Skip to main content

Geoffrey Graham
, 1941

by Max Dupain

gelatin silver photograph (sheet: 48.0 x 35.2 cm, image: 46.0 x 34.0 cm)

Geoffrey Graham (1911-1986) was a Sydney-based surrealist artist. Work by Graham was included in the Realism and Surrealism exhibition in Gloucester, UK in 1938. His work Bellita, exhibited in the Sydney Contemporary Art Society's exhibition of 1940, was described by James Gleeson in his seminal article "What is Surrealism?": 'A fantastically gay group of beings circles interminably in a desert, beneath a black sky from which all hope has long since departed . . . The staccato thrust of forms . . . might well be the wind-broken limbs and antennae of some monstrous dead crustacean. It is a picture of the determined human gala defeated by the usages of monotony and despair.' Interest in Graham's drawings and etchings of bodies in 'psychological and physical torment' was revived by the National Gallery of Australia exhibition Surrealism: Revolution by Night in 1993. The National Gallery holds more than seventy of the artist's works.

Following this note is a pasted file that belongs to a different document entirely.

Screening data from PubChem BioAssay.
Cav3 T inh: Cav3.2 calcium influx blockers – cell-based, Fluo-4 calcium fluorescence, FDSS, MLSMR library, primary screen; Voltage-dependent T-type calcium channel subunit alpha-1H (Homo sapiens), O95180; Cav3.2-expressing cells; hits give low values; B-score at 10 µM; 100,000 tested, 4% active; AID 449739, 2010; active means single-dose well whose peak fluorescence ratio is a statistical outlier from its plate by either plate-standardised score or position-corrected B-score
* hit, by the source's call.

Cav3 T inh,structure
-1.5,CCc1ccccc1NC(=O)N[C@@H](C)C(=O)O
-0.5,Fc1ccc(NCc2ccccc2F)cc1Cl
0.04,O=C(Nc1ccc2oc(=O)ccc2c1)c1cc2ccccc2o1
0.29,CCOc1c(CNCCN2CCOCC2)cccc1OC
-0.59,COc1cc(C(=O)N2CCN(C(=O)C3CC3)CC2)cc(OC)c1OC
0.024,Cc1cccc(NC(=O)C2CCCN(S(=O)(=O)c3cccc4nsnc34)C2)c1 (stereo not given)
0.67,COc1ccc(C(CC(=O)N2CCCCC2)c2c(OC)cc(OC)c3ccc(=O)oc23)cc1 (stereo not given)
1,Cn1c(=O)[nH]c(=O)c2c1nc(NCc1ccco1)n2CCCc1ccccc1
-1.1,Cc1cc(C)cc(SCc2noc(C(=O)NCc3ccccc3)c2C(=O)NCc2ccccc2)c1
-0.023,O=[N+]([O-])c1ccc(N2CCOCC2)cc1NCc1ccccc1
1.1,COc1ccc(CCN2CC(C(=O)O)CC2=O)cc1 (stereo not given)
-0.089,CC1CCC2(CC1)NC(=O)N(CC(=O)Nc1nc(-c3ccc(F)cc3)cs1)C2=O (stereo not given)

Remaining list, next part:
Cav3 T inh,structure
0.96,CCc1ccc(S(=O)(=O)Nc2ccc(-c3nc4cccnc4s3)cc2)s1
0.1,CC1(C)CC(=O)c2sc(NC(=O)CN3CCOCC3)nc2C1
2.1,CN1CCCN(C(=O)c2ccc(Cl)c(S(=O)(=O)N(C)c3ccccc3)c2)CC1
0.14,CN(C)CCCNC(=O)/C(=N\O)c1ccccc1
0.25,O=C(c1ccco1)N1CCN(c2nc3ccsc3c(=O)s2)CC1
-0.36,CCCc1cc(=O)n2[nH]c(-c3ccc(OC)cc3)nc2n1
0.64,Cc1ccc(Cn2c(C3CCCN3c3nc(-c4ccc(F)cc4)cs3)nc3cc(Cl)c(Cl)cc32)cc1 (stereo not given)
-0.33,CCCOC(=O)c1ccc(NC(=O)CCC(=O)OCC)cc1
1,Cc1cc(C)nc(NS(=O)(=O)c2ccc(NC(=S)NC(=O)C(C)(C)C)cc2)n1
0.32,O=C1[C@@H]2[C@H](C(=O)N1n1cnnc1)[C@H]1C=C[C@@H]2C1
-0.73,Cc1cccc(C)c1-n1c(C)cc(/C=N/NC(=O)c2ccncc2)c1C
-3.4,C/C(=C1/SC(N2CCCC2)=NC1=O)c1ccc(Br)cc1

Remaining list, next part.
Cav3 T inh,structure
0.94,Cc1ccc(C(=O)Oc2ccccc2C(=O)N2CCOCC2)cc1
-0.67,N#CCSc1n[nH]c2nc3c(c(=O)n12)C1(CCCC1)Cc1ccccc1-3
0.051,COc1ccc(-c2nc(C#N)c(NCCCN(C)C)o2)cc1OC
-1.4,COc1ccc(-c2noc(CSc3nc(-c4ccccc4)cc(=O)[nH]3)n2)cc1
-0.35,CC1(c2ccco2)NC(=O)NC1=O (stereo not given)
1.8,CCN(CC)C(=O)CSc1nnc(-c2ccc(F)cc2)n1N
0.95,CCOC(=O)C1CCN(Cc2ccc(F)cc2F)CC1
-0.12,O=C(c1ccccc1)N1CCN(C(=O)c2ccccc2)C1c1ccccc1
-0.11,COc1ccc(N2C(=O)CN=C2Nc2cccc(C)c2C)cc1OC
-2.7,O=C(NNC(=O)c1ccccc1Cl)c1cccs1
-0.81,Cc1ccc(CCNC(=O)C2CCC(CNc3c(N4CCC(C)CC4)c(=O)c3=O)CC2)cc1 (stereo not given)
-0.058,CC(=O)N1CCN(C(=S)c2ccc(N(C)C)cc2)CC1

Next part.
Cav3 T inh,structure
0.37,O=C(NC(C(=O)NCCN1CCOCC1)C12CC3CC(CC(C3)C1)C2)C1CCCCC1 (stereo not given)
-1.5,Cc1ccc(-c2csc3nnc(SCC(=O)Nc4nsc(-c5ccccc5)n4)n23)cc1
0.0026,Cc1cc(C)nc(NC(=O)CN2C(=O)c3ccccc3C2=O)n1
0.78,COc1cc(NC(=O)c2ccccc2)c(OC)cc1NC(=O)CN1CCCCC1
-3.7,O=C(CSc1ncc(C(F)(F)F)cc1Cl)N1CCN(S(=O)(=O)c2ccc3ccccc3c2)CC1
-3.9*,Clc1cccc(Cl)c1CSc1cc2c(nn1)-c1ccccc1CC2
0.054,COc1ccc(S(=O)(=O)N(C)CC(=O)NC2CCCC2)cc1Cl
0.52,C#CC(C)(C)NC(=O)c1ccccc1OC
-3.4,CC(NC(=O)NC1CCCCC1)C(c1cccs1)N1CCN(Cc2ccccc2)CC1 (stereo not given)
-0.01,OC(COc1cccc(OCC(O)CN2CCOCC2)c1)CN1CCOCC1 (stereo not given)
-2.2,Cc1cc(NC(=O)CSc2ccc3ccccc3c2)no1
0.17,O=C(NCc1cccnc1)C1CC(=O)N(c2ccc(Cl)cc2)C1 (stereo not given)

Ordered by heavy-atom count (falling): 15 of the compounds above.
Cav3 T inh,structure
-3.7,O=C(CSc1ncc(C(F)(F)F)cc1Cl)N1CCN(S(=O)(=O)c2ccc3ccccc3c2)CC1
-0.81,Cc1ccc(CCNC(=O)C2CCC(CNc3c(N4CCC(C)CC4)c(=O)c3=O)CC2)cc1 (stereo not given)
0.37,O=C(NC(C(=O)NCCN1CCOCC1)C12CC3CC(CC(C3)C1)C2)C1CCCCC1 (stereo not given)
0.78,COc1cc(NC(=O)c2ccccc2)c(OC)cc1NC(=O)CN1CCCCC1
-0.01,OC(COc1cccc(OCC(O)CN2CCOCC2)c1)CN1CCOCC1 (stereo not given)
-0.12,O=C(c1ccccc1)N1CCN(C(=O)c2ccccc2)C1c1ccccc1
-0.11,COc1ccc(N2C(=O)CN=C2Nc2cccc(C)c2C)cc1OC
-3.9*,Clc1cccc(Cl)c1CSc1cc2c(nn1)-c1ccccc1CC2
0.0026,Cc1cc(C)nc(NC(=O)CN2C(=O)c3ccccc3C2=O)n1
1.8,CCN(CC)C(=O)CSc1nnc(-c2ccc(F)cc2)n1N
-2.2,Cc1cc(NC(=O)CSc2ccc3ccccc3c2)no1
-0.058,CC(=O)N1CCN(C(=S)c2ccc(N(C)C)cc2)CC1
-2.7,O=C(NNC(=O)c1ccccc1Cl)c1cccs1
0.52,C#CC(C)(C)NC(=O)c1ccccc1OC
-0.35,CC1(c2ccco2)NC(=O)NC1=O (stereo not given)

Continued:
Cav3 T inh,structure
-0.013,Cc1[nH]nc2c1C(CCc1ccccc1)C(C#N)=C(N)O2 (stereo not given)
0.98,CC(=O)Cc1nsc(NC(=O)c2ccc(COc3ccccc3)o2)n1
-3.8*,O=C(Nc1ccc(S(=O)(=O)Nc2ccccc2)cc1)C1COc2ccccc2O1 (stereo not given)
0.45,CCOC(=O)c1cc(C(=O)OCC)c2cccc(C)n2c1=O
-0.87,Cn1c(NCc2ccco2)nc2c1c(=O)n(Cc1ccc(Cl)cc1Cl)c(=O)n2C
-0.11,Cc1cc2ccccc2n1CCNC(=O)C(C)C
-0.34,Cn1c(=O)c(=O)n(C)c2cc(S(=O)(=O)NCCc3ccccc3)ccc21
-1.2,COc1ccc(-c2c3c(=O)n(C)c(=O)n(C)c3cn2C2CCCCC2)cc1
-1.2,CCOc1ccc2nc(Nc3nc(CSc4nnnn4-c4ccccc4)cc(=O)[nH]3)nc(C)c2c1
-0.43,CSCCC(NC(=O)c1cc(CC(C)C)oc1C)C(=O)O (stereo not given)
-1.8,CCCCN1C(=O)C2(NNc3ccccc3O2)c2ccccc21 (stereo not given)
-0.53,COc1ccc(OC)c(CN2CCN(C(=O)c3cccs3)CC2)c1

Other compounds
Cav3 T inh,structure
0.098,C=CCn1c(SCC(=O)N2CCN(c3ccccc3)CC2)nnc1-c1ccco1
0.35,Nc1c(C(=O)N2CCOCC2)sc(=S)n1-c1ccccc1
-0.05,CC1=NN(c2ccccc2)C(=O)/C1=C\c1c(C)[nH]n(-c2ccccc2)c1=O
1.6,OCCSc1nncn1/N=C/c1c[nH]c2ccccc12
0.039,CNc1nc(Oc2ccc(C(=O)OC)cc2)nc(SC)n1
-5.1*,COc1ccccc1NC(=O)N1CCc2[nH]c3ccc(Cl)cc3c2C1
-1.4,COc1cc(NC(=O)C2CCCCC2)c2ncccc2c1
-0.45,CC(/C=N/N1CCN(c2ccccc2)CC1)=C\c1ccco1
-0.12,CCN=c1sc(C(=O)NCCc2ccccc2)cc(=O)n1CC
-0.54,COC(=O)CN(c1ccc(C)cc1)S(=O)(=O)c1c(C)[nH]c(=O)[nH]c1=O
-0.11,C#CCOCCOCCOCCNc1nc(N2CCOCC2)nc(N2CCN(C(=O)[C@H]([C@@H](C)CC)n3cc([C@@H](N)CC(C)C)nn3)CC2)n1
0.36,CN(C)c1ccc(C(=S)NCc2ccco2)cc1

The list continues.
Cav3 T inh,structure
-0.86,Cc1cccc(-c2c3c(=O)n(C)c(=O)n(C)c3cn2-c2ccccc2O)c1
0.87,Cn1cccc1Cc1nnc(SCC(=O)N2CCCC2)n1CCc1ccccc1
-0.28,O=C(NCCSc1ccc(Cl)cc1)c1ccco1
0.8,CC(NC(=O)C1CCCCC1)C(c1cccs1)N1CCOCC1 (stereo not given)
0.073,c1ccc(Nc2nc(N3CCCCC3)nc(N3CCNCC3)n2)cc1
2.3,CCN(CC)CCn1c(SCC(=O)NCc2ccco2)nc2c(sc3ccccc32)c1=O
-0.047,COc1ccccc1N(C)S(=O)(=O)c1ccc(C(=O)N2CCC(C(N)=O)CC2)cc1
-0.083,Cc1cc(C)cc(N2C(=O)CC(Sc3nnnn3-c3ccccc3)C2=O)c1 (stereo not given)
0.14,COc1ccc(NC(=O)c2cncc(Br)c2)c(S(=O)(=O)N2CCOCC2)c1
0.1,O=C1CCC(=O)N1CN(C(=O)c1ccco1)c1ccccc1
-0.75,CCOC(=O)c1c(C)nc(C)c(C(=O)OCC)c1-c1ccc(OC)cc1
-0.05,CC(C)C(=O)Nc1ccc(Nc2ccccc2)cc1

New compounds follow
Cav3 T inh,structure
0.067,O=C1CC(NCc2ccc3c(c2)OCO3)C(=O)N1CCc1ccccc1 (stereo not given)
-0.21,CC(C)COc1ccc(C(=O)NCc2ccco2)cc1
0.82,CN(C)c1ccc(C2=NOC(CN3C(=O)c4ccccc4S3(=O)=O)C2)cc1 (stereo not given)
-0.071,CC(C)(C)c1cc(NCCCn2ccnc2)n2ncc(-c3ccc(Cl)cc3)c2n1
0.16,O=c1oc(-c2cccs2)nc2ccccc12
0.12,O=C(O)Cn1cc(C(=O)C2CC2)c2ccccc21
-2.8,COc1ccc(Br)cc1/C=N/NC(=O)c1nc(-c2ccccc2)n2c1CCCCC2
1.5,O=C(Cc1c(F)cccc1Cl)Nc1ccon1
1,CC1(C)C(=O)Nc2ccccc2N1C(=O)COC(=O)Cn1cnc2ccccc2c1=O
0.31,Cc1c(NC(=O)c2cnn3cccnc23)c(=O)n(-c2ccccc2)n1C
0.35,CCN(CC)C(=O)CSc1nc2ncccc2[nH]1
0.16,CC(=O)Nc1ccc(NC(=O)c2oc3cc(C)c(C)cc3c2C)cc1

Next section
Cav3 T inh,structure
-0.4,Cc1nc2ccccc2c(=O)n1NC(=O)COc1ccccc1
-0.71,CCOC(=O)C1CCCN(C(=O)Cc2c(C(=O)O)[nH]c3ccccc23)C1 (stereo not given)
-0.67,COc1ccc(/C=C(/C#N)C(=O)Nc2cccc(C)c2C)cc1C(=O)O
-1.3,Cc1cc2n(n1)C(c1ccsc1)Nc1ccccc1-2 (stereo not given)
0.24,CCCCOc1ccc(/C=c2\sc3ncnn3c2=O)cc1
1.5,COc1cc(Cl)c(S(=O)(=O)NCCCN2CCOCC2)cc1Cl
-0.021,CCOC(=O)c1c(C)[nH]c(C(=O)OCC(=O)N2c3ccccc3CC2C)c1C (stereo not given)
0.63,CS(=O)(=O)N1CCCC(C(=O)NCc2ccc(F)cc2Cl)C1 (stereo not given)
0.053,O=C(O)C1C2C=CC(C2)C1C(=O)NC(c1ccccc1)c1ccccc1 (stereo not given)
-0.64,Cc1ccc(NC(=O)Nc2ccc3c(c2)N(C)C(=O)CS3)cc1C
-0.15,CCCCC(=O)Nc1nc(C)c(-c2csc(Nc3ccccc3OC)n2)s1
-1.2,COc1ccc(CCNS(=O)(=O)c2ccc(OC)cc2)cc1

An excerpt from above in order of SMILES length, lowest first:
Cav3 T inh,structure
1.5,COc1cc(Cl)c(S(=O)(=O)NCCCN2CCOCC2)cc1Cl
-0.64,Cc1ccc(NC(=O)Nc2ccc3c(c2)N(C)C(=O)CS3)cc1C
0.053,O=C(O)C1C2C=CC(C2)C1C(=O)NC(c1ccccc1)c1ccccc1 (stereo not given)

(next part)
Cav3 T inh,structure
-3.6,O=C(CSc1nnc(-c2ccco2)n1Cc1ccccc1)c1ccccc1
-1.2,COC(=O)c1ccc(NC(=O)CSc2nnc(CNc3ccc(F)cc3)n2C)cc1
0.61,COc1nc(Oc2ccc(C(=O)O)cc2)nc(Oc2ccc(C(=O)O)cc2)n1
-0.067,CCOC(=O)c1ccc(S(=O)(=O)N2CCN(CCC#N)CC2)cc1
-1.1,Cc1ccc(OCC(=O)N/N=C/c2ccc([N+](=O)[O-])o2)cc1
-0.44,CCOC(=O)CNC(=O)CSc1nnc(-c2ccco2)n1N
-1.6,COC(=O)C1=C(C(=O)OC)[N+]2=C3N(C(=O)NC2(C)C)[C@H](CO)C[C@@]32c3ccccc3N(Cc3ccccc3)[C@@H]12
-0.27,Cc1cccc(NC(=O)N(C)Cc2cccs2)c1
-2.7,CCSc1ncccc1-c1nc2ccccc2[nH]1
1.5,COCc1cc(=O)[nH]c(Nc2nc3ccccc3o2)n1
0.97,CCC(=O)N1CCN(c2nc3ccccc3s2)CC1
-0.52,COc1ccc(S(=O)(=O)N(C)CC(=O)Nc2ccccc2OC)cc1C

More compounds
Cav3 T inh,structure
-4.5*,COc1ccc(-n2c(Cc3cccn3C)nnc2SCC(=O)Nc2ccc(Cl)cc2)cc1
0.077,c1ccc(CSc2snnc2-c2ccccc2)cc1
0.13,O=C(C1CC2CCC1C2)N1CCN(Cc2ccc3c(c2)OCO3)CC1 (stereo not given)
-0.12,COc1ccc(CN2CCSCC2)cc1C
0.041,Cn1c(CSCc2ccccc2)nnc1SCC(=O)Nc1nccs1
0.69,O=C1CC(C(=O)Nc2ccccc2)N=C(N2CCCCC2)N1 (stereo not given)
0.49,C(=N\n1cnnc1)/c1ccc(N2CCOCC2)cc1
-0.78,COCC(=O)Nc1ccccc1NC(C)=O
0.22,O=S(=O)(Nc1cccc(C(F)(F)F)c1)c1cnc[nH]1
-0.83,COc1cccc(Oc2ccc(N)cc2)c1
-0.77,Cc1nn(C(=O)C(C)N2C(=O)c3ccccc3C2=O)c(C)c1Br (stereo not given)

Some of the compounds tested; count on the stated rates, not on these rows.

Collection: National Portrait Gallery, Canberra
Gift of Rex Dupain 2003
Donated through the Australian Government's Cultural Gifts Program
Accession number: 2003.74